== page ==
Submitted by Amy Nguyen 10/03/2020
Last March, I had the misfortune of popping two of my car tires on one of Houston’s many potholes. Due to this misfortune, I could not simply get the jack and spare tire out of the trunk and attempt to change the tire myself. This resulted in me having to call roadside assistance. During the initial call I was under the impression that I could have someone come out with an extra spare and I could buy if off of them, but this was not the case. After another phone call to roadside assistance and a two hour wait, a flatbed wrecker tow truck finally came and towed my car safely home. Although the experience was tiresome, it left me to ponder upon an interesting revelation: despite the automation of driving and the development of self-driving cars, there will always be a need for tow truck drivers and drivers within the auto-shipping industry. The process of automating a flatbed tow truck to operate on its own would be too difficult and too expensive to develop.
As I watched the flatbed truck driver load my car onto the bed of the truck, I noticed how complex the operation was. He had to first position his truck appropriately in front of my car, lower the bed and place it at an angle for which maneuvering my car onto his truck would be easy, and hook chains onto my car. This was all prior to moving my car onto the bed of his truck which now sat at an uphill angle! Afterwards through using a sophisticated motor on the back of his truck and driving my car he was able to get my car onto his truck, secure it, and level the bed again. These steps were done flawlessly through his years of experience, and I am not sure that an AI or computer program would have been able to do so. His work required human touch and feel to it.
The number of cameras and sensors needed on that truck would have been astronomical and the AI would have needed to be well programed to move the truck with precision on the busy streets in the area my aunt lived in. Additionally, the truck was quite large and cumbersome and needed to make a number of wide turns and would have to operate under a different set of conditions and rules that other self-driving cars could not. Some of the lane changes the truck made would not have been allowed in other cars, and the AI would also need to be programmed when to optimally take the wide turns the tow truck had to make.
This would have required extra cameras, sensors, programming, and complex AI to gauge the turn. Tow truck drivers need to be able to look and assess over 360º and process information in real time, which would require great computing power from an AI. With that said, it would have been difficult for a self-operated tow truck to be able to load my car onto itself. Another consideration would be that of public safety- the self-operating truck would have to properly secure the one-and-a-half-ton load that is another car onto itself. Improperly securing the car to itself could result in the car becoming loose and falling into traffic which could result in public injury and financial loss to parties involved. If we were to entertain the idea that somehow the tow truck could have safely loaded my car onto itself, the next question to ask would be- would it be able to get my car off of itself safely and placed in a specific spot? The probability of that seems unlikely.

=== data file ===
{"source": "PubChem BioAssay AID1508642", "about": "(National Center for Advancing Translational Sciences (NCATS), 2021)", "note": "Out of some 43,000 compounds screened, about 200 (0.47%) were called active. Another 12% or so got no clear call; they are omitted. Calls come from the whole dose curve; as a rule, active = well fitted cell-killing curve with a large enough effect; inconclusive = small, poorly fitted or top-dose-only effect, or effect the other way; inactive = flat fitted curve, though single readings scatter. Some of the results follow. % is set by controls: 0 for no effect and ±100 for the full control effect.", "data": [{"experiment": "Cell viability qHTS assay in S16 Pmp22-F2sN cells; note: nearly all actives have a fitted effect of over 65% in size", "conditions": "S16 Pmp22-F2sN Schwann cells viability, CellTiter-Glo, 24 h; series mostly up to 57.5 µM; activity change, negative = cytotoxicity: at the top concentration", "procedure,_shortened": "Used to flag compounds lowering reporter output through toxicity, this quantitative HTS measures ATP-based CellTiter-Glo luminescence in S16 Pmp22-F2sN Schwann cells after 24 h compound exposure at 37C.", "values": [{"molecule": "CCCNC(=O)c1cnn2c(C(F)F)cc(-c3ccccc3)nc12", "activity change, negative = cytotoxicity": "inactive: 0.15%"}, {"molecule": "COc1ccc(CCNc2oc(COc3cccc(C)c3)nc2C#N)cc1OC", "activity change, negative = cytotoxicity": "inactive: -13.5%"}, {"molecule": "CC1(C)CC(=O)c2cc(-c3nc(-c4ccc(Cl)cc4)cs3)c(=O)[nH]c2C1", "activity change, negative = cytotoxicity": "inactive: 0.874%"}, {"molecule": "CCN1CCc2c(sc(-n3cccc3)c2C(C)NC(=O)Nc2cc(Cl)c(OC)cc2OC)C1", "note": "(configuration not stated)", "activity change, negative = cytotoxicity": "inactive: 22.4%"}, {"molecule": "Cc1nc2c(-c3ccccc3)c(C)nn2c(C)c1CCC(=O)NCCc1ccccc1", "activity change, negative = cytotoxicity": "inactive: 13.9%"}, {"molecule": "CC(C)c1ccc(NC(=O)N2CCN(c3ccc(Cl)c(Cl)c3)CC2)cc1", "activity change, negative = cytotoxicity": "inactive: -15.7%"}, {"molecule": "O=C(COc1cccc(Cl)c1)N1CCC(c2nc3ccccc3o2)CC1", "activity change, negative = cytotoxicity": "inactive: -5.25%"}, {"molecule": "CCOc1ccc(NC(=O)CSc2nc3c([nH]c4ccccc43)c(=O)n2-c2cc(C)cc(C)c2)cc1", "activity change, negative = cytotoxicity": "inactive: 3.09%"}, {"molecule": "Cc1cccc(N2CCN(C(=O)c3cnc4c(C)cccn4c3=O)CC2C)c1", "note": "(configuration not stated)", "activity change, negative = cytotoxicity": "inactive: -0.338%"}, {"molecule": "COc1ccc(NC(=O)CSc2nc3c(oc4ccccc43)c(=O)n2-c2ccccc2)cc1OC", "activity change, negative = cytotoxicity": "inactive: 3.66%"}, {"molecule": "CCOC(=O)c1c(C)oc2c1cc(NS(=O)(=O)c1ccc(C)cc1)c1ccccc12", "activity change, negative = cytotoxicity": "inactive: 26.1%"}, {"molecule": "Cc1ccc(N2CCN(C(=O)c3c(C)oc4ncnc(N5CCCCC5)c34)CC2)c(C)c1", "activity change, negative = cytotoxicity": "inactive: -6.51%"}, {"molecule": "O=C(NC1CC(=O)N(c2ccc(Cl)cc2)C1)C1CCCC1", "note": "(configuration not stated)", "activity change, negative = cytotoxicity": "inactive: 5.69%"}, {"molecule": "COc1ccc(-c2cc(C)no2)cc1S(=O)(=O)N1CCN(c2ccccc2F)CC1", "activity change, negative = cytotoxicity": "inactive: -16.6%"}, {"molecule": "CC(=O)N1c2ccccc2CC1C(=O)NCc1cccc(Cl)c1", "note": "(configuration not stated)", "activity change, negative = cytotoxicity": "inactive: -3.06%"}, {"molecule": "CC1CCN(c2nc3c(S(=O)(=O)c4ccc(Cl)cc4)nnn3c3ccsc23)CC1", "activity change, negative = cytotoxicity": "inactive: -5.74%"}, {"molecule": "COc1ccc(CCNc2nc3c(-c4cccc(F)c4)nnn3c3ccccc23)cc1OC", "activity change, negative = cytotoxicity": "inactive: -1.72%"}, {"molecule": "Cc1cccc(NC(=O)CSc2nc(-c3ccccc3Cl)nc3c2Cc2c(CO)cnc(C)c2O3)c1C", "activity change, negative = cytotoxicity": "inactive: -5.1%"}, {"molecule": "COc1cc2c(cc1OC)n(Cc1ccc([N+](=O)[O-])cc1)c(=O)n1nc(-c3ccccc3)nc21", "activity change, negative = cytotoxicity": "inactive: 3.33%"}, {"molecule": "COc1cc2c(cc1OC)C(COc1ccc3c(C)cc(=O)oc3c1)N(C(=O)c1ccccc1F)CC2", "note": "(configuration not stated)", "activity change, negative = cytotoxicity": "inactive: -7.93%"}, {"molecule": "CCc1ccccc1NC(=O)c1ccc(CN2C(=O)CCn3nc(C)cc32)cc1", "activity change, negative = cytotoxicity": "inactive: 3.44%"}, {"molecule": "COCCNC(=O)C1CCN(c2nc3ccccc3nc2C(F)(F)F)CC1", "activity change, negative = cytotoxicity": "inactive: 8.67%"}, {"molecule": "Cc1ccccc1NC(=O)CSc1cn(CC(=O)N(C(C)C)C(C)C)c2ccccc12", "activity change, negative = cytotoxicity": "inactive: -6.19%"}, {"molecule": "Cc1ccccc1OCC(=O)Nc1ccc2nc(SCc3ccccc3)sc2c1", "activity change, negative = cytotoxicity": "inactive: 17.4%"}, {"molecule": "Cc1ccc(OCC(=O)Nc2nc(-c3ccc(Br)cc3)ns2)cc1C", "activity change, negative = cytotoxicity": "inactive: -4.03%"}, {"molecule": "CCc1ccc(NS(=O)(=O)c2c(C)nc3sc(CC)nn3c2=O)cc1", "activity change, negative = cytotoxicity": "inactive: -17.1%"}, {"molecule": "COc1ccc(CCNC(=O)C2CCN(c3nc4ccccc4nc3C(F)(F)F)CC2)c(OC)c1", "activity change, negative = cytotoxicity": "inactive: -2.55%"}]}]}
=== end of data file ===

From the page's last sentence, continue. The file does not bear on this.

I believe that AI has a long way to go in determining where people want things strategically and safely placed. Something as finicky as a car in a neighborhood with meticulous homeowner association rules would require more controlled, finetuned actions than that of current automated technologies. The technology, research and development, and time required to make a self-operating tow truck would never be profitable nor would it be feasible within the near future. Many companies have already poured billions into the research and development into the production of simple self-driving cars; however, complicating that with an automated car loading and unloading feature alone would require several more billions of dollars just in research and development.
The sensors and cameras that will need to be outfitted on the car will also be an additional several thousand. This case was also for a short distance tow. The case for automated long-distance vehicle shipping presents within itself additional complications. While I understand that there is the potential for automation in some areas of longdistance vehicle shipping, I will be focusing on why the delivery aspect of long-distance vehicle shipping cannot be automated. After my friend had gotten an internship in Cincinnati, Ohio he realized he had to get his car shipped to there from Austin, Texas. He arranged for the service and dropped off his car with a vehicle shipping company.
Due to a clerical error, they dropped off his car much earlier than expected without my friend present. Although a person made the mistake, I doubt an AI would have been able to perform the action of dropping a car off by itself without a person there. There would be numerous factors to consider. Would the car be able to know where to precisely drop the patron’s car off? Would it know where it could legally park the car, or could it distinguish between illegal and legal parking? I’m not sure it would be able to, and if it could, the same challenges presented in earlier parts of this essay would need to be addressed as well. I will not say that the automated shipping and delivery of vehicles is impossible; however, I will argue that the research and development and time required to create a system that can do so will not be feasibly reached within our lifetimes due to the cost and complexity of such a project. As such, there will be a need and demand for the vehicle shipping industry within the foreseeable future.
Submitted by Amy Nguyen 10/03/2020